With continuing reference to
Upon receipt of such requests (block 611=Yes), a final outcome of the competitive gaming feature is randomly determined for each of the players at block 613. The final outcome for each additional player is randomly determined separately from the final outcome of the initiating player. Moreover, the final outcomes may take on any of the forms described above with respect to
In some embodiments, the method 600 includes at least those steps enumerated above. It is also within the scope and spirit of the present disclosure to omit steps, include additional steps, and/or modify the order presented above. It should be further noted that the method 600 represents a single play of a wagering game. However, it is expected that the method 600 be applied in a systematic and repetitive manner.
Aspects of this disclosure can be implemented, in some embodiments, through a computer-executable program of instructions, such as program modules, generally referred to as software applications or application programs executed by a computer. The software can include, in non-limiting examples, routines, programs, objects, components, and data structures that perform particular tasks or implement particular abstract data types. The software can form an interface to allow a computer to react according to a source of input. The software can also cooperate with other code segments to initiate a variety of tasks in response to data received in conjunction with the source of the received data. The software can be stored on any of a variety of memory media, such as CD-ROM, magnetic disk, bubble memory, and semiconductor memory (e.g., various types of RAM or ROM).
Moreover, aspects of the present disclosure can be practiced with a variety of computer-system and computer-network configurations, including hand-held devices, multiprocessor systems, microprocessor-based or programmable-consumer electronics, minicomputers, mainframe computers, and the like. In addition, aspects of the present disclosure can be practiced in distributed-computing environments where tasks are performed by remote-processing devices that are linked through a communications network. In a distributed-computing environment, program modules can be located in both local and remote computer-storage media including memory storage devices. Aspects of the present disclosure can therefore, be implemented in connection with various hardware, software or a combination thereof, in a computer system or other processing system.
Any of the methods described herein can include machine readable instructions for execution by: (a) a processor, (b) a controller, and/or (c) any other suitable processing device. Any algorithm, software, or method disclosed herein can be embodied in software stored on a tangible medium such as, for example, a flash memory, a CD-ROM, a floppy disk, a hard drive, a digital versatile disk (DVD), or other memory devices, but persons of ordinary skill in the art will readily appreciate that the entire algorithm and/or parts thereof could alternatively be executed by a device other than a controller and/or embodied in firmware or dedicated hardware in a well-known manner (e.g., it can be implemented by an application specific integrated circuit (ASIC), a programmable logic device (PLD), a field programmable logic device (FPLD), discrete logic, etc.). Also, some or all of the machine readable instructions represented in any flowchart depicted herein can be implemented manually. Further, although specific algorithms are described with reference to flowcharts depicted herein, persons of ordinary skill in the art will readily appreciate that many other methods of implementing the example machine readable instructions can alternatively be used. For example, the order of execution of the blocks can be changed, and/or some of the blocks described can be changed, eliminated, or combined.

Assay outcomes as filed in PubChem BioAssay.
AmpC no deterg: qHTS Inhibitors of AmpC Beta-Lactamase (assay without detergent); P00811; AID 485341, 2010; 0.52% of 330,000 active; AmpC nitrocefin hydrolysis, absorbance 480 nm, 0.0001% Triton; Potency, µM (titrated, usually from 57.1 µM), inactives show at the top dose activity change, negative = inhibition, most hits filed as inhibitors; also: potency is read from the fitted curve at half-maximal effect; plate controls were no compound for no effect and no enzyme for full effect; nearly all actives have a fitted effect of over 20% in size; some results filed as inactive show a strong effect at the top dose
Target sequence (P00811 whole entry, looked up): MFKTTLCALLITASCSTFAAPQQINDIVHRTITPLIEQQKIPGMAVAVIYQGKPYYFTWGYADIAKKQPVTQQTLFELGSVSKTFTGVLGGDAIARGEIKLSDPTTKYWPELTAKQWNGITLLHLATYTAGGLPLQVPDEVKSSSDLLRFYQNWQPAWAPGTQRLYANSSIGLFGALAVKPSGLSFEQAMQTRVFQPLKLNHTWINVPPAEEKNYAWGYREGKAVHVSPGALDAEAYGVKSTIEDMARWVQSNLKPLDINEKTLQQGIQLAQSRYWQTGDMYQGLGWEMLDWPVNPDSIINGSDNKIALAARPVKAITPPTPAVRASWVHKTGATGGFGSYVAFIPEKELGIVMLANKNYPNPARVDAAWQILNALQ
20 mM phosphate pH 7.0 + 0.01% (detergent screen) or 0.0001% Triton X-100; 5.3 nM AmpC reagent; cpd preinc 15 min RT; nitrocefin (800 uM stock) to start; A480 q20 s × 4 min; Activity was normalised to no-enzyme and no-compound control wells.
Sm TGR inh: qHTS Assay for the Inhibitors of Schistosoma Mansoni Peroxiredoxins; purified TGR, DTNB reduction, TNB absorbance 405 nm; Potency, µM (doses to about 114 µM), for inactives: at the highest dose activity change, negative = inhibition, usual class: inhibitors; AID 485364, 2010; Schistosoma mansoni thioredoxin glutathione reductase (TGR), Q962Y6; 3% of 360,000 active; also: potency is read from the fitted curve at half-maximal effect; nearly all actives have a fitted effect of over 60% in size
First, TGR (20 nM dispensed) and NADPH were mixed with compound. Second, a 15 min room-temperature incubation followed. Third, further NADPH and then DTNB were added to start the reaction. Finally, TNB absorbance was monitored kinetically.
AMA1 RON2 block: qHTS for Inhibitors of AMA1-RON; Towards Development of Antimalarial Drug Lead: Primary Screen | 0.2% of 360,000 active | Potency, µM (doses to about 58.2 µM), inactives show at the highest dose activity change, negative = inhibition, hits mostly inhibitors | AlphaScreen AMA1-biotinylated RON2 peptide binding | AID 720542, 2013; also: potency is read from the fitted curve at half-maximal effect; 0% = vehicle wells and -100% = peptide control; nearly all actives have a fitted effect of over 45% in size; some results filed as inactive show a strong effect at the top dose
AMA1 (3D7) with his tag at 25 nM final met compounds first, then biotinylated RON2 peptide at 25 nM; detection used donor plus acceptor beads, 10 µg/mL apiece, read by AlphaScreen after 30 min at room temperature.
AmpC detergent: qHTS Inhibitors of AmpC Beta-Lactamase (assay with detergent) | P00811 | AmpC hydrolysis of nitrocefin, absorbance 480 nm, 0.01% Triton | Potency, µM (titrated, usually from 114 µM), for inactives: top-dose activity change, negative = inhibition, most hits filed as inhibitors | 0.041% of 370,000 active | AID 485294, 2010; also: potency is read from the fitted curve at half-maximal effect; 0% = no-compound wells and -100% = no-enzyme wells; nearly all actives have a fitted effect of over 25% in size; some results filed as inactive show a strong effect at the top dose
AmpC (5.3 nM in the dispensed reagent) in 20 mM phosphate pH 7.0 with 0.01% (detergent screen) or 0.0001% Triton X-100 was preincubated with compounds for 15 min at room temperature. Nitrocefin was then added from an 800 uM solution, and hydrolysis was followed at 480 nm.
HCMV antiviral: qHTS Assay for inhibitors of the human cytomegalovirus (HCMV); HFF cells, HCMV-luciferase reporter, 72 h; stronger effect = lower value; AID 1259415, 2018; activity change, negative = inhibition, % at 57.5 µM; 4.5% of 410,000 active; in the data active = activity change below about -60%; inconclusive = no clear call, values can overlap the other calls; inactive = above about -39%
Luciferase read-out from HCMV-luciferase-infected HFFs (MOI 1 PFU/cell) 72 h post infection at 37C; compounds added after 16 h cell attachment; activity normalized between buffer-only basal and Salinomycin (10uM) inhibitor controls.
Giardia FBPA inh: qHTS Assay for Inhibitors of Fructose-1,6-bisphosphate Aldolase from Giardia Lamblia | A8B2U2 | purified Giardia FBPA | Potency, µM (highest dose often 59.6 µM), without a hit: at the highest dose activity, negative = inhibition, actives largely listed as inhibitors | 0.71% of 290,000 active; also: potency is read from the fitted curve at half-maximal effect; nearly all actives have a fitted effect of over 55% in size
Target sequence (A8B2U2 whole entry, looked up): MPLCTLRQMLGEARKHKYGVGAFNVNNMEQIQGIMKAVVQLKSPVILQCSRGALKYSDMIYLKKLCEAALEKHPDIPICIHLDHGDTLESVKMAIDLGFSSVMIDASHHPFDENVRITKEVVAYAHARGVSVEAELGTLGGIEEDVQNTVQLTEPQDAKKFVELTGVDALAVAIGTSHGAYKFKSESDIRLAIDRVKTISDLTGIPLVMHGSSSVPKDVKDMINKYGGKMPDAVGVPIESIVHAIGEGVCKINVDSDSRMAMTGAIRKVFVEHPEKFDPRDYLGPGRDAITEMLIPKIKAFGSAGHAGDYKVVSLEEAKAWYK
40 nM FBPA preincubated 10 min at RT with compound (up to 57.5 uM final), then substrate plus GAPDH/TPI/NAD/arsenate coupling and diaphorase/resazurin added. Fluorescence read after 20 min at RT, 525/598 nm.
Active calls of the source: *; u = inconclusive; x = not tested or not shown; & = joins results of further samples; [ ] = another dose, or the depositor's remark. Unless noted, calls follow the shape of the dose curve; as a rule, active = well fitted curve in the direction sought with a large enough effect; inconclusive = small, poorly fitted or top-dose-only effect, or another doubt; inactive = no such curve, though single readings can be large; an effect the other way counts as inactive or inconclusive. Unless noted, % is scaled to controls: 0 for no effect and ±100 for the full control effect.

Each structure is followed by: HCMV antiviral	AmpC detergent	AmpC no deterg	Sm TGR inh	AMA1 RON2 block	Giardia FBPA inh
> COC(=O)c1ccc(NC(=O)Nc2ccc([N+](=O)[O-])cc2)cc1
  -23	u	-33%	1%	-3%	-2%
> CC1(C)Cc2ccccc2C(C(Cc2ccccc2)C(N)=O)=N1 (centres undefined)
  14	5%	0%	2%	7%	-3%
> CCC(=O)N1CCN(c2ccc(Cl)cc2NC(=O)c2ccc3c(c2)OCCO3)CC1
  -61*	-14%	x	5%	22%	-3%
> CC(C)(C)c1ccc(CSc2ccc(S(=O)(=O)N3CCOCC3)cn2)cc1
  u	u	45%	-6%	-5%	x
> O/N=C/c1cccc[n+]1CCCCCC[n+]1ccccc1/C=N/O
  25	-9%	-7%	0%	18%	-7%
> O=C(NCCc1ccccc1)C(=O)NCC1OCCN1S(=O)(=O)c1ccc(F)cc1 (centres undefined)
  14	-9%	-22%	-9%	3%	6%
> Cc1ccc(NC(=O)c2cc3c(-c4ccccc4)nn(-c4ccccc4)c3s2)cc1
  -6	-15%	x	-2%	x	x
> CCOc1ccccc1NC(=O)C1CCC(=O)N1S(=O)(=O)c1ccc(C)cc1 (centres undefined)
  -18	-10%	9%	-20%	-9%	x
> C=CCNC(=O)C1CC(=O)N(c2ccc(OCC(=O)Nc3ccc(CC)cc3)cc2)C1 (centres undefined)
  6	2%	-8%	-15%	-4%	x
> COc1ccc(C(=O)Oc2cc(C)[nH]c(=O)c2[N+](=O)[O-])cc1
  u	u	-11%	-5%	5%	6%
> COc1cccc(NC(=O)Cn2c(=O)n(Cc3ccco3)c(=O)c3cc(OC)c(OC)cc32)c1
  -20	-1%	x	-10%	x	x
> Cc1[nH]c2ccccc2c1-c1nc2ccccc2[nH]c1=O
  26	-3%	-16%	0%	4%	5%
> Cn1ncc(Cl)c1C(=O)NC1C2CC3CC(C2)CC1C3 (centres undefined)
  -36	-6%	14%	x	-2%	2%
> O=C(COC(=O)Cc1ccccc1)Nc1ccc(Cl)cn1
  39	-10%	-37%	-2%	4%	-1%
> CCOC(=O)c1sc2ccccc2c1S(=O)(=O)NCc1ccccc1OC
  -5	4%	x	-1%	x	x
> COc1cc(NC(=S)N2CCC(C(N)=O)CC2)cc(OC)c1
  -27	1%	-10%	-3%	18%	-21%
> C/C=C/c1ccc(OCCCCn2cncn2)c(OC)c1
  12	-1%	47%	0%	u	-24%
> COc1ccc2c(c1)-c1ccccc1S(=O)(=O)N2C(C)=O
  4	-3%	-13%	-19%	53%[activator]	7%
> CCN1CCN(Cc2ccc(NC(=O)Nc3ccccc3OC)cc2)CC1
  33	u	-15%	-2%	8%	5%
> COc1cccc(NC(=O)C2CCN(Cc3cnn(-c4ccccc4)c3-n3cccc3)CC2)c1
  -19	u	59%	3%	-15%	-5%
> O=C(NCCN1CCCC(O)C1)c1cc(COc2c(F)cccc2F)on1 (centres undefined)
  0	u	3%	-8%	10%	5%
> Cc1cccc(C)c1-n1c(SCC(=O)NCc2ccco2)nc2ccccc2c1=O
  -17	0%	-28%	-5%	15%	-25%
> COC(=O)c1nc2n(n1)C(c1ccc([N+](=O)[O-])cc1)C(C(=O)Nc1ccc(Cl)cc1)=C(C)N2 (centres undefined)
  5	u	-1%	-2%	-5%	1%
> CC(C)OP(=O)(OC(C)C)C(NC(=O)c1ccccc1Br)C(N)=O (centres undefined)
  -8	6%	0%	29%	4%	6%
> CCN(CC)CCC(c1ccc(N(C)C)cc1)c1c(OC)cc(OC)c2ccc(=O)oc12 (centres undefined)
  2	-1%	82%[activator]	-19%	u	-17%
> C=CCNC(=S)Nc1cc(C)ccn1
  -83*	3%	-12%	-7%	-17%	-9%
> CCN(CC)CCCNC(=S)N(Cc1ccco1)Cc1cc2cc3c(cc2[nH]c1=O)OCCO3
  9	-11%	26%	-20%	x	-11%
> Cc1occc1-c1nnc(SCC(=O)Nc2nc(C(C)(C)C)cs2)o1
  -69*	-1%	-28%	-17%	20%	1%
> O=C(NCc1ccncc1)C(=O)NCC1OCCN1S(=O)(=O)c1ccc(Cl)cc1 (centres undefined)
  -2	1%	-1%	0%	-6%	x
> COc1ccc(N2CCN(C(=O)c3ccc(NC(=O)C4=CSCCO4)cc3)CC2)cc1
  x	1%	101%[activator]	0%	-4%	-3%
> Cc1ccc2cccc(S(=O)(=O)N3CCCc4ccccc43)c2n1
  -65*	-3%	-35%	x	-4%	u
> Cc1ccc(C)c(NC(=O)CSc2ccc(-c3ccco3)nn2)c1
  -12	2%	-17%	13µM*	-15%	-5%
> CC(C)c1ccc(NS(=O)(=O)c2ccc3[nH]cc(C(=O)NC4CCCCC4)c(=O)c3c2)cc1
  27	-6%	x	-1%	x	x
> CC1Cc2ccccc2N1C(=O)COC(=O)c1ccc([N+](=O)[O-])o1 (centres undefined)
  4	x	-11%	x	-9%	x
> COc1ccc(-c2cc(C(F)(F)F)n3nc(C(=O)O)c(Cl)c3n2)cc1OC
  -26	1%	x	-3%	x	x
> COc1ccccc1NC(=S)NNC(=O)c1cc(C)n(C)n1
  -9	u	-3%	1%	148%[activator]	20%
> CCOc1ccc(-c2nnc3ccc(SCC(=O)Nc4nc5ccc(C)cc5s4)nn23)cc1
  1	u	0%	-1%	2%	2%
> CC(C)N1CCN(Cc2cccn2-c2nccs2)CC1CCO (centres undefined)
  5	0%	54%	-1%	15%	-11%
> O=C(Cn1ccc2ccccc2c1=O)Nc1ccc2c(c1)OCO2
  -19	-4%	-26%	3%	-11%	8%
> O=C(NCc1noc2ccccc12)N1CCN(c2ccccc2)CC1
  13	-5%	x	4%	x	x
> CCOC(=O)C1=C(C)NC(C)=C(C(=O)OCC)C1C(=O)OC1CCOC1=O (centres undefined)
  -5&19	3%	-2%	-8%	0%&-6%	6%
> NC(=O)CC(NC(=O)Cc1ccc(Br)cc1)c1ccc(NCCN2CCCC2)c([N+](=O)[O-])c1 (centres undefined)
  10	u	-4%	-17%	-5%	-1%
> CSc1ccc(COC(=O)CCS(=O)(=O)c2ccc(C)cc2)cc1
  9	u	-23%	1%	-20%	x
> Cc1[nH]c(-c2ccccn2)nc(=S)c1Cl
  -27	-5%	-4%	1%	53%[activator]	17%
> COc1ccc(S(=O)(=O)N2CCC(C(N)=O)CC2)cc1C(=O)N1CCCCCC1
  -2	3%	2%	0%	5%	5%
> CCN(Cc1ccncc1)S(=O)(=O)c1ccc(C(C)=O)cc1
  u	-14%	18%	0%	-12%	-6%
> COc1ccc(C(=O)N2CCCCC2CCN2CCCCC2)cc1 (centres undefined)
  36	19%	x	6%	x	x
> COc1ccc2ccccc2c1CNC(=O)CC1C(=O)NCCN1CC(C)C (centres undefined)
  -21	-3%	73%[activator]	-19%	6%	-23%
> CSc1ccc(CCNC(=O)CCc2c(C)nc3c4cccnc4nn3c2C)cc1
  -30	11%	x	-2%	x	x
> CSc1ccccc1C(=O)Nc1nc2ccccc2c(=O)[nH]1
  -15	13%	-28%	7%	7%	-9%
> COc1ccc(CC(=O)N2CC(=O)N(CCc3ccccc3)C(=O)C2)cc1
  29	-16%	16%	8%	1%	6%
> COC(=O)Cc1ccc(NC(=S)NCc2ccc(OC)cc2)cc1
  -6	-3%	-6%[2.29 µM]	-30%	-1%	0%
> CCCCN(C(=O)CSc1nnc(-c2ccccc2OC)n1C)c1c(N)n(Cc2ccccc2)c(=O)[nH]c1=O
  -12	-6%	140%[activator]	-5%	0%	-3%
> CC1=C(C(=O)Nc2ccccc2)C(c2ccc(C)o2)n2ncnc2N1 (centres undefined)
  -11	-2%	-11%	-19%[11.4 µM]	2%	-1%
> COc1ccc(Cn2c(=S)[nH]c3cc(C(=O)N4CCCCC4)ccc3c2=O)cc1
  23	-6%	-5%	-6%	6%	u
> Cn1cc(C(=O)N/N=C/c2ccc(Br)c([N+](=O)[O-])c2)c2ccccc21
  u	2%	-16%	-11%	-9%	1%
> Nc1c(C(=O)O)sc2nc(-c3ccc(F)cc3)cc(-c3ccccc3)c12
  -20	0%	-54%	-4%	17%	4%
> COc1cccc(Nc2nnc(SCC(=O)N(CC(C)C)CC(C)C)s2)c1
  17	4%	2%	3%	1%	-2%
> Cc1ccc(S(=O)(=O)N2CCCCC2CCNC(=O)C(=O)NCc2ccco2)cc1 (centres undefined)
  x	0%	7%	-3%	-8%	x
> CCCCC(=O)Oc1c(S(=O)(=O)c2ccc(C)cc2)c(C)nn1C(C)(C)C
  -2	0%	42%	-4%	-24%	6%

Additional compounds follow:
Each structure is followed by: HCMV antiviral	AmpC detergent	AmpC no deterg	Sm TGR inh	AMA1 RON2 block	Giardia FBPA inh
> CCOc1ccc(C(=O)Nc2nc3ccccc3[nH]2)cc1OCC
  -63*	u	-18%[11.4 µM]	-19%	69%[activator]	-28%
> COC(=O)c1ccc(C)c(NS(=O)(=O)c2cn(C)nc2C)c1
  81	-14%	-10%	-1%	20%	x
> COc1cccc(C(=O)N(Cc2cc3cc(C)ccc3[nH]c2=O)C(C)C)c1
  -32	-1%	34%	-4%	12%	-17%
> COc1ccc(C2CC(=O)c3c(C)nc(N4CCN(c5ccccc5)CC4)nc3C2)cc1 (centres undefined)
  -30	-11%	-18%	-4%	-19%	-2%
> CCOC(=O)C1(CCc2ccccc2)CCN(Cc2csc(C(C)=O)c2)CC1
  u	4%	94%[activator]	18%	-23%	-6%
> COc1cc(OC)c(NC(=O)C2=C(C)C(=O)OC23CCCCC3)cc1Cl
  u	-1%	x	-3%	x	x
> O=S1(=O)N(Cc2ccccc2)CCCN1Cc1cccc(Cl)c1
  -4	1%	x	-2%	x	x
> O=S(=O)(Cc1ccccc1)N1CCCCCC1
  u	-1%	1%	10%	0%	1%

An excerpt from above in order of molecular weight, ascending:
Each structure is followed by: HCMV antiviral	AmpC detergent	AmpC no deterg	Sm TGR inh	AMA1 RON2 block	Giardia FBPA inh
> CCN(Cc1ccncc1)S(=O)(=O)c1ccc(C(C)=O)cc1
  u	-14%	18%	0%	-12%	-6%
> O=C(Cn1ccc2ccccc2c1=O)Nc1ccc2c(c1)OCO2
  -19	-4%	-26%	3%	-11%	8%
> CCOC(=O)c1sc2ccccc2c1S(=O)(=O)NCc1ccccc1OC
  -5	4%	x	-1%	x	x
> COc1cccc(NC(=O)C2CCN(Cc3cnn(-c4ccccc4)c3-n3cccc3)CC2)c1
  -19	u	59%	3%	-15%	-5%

It should be noted that the algorithms illustrated and discussed herein as having various modules or blocks or steps that perform particular functions and interact with one another are provided purely for the sake of illustration and explanation. It should be understood that these modules are merely segregated based on their function for the sake of description and represent computer hardware and/or executable software code which can be stored on a computer-readable medium for execution on appropriate computing hardware. The various functions of the different modules and units can be combined or segregated as hardware and/or software stored on a non-transitory computer-readable medium as above as modules in any manner, and can be used separately or in combination.
While many representative embodiments and exemplary modes for carrying out the present invention have been described in detail above, those familiar with the art to which this invention relates will recognize various alternative designs and embodiments for practicing the invention within the scope of the appended claims.
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|7||*||Multiple Announcer request. dev.dota2.com. Online. Jun. 30, 2012. Accesseed via the Internet. Accessed Aug. 23, 2015. .|
|8||*||Multiple Announcer request. dev.dota2.com. Online. Jun. 30, 2012. Accesseed via the Internet. Accessed Aug. 23, 2015. <URL:http://dev.dota2.com/showthread.php?t=43906>.|
|9||Product Sheet for "Big Games Safari," IGT, 24 pages (2000).|
|10||Written Opinion corresponding to co-pending International Patent Application Serial No. PCT/US2008/005032, European Patent Office; dated Aug. 11, 2008; 6 pages.|
|11||Written Opinion corresponding to International Patent Application No. PCT/US2008/012433, United States Patent Office, dated Jan. 2, 2009, 2 pages.|
|International Classification||G06F17/00, G07F17/32|
|6 Feb 2013||AS||Assignment|
Owner name: WMS GAMING INC., ILLINOIS
Free format text: ASSIGNMENT OF ASSIGNORS INTEREST;ASSIGNORS:VANN, JAMIE W.;GUINN, ANDREW C.;REEL/FRAME:029766/0337
Effective date: 20130201
|18 Dec 2013||AS||Assignment|
Owner name: BANK OF AMERICA, N.A., AS COLLATERAL AGENT, TEXAS
Free format text: SECURITY AGREEMENT;ASSIGNORS:SCIENTIFIC GAMES INTERNATIONAL, INC.;WMS GAMING INC.;REEL/FRAME:031847/0110
Effective date: 20131018
|29 Jul 2015||AS||Assignment|
Owner name: BALLY GAMING, INC., NEVADA
Free format text: MERGER;ASSIGNOR:WMS GAMING INC.;REEL/FRAME:036225/0464
Effective date: 20150629